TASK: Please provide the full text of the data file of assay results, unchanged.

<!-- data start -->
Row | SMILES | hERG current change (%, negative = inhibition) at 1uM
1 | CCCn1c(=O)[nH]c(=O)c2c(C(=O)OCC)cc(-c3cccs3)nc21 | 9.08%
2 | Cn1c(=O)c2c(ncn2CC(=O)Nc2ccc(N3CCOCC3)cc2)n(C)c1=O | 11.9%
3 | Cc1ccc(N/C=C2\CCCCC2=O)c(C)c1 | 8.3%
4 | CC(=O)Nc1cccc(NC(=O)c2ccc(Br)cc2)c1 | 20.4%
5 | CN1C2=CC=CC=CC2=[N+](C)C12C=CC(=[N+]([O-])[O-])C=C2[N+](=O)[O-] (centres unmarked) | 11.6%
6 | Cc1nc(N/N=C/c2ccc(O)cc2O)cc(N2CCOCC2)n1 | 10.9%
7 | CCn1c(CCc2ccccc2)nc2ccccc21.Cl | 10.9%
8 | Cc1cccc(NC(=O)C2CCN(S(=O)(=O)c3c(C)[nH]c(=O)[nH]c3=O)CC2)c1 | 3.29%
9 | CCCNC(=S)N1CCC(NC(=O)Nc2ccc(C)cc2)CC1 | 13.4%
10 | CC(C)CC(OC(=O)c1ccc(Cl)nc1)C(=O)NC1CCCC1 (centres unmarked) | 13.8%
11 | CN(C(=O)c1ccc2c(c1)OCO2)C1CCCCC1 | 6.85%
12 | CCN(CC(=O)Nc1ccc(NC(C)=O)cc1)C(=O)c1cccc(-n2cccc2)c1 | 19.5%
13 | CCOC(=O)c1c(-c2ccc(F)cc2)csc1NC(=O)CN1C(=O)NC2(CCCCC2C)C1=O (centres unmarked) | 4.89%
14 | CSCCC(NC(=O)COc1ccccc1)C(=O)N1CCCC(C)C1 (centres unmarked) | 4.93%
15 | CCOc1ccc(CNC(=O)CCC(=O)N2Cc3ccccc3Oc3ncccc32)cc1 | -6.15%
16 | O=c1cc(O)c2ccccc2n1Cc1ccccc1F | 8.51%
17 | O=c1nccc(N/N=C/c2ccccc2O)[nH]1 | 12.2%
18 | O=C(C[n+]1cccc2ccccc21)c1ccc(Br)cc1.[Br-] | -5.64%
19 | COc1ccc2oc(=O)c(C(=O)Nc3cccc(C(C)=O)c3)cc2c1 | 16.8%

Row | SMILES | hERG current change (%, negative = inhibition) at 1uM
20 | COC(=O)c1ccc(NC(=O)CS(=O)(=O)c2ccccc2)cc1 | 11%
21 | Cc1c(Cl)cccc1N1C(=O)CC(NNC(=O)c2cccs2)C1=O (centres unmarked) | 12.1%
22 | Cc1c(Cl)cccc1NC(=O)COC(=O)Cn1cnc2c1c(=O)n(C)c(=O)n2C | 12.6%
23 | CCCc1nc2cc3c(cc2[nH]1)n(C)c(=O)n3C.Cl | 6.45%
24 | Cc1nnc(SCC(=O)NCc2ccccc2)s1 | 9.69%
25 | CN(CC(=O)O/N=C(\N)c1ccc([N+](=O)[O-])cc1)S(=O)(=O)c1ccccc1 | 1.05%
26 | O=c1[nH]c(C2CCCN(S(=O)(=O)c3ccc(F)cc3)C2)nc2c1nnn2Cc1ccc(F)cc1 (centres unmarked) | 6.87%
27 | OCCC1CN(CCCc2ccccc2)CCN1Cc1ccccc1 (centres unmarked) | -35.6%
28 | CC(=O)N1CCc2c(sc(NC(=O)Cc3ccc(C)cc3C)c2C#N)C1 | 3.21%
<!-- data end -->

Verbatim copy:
Row | SMILES | hERG current change (%, negative = inhibition) at 1uM
1 | CCCn1c(=O)[nH]c(=O)c2c(C(=O)OCC)cc(-c3cccs3)nc21 | 9.08%
2 | Cn1c(=O)c2c(ncn2CC(=O)Nc2ccc(N3CCOCC3)cc2)n(C)c1=O | 11.9%
3 | Cc1ccc(N/C=C2\CCCCC2=O)c(C)c1 | 8.3%
4 | CC(=O)Nc1cccc(NC(=O)c2ccc(Br)cc2)c1 | 20.4%
5 | CN1C2=CC=CC=CC2=[N+](C)C12C=CC(=[N+]([O-])[O-])C=C2[N+](=O)[O-] (centres unmarked) | 11.6%
6 | Cc1nc(N/N=C/c2ccc(O)cc2O)cc(N2CCOCC2)n1 | 10.9%
7 | CCn1c(CCc2ccccc2)nc2ccccc21.Cl | 10.9%
8 | Cc1cccc(NC(=O)C2CCN(S(=O)(=O)c3c(C)[nH]c(=O)[nH]c3=O)CC2)c1 | 3.29%
9 | CCCNC(=S)N1CCC(NC(=O)Nc2ccc(C)cc2)CC1 | 13.4%
10 | CC(C)CC(OC(=O)c1ccc(Cl)nc1)C(=O)NC1CCCC1 (centres unmarked) | 13.8%
11 | CN(C(=O)c1ccc2c(c1)OCO2)C1CCCCC1 | 6.85%
12 | CCN(CC(=O)Nc1ccc(NC(C)=O)cc1)C(=O)c1cccc(-n2cccc2)c1 | 19.5%
13 | CCOC(=O)c1c(-c2ccc(F)cc2)csc1NC(=O)CN1C(=O)NC2(CCCCC2C)C1=O (centres unmarked) | 4.89%
14 | CSCCC(NC(=O)COc1ccccc1)C(=O)N1CCCC(C)C1 (centres unmarked) | 4.93%
15 | CCOc1ccc(CNC(=O)CCC(=O)N2Cc3ccccc3Oc3ncccc32)cc1 | -6.15%
16 | O=c1cc(O)c2ccccc2n1Cc1ccccc1F | 8.51%
17 | O=c1nccc(N/N=C/c2ccccc2O)[nH]1 | 12.2%
18 | O=C(C[n+]1cccc2ccccc21)c1ccc(Br)cc1.[Br-] | -5.64%
19 | COc1ccc2oc(=O)c(C(=O)Nc3cccc(C(C)=O)c3)cc2c1 | 16.8%

Row | SMILES | hERG current change (%, negative = inhibition) at 1uM
20 | COC(=O)c1ccc(NC(=O)CS(=O)(=O)c2ccccc2)cc1 | 11%
21 | Cc1c(Cl)cccc1N1C(=O)CC(NNC(=O)c2cccs2)C1=O (centres unmarked) | 12.1%
22 | Cc1c(Cl)cccc1NC(=O)COC(=O)Cn1cnc2c1c(=O)n(C)c(=O)n2C | 12.6%
23 | CCCc1nc2cc3c(cc2[nH]1)n(C)c(=O)n3C.Cl | 6.45%
24 | Cc1nnc(SCC(=O)NCc2ccccc2)s1 | 9.69%
25 | CN(CC(=O)O/N=C(\N)c1ccc([N+](=O)[O-])cc1)S(=O)(=O)c1ccccc1 | 1.05%
26 | O=c1[nH]c(C2CCCN(S(=O)(=O)c3ccc(F)cc3)C2)nc2c1nnn2Cc1ccc(F)cc1 (centres unmarked) | 6.87%
27 | OCCC1CN(CCCc2ccccc2)CCN1Cc1ccccc1 (centres unmarked) | -35.6%
28 | CC(=O)N1CCc2c(sc(NC(=O)Cc3ccc(C)cc3C)c2C#N)C1 | 3.21%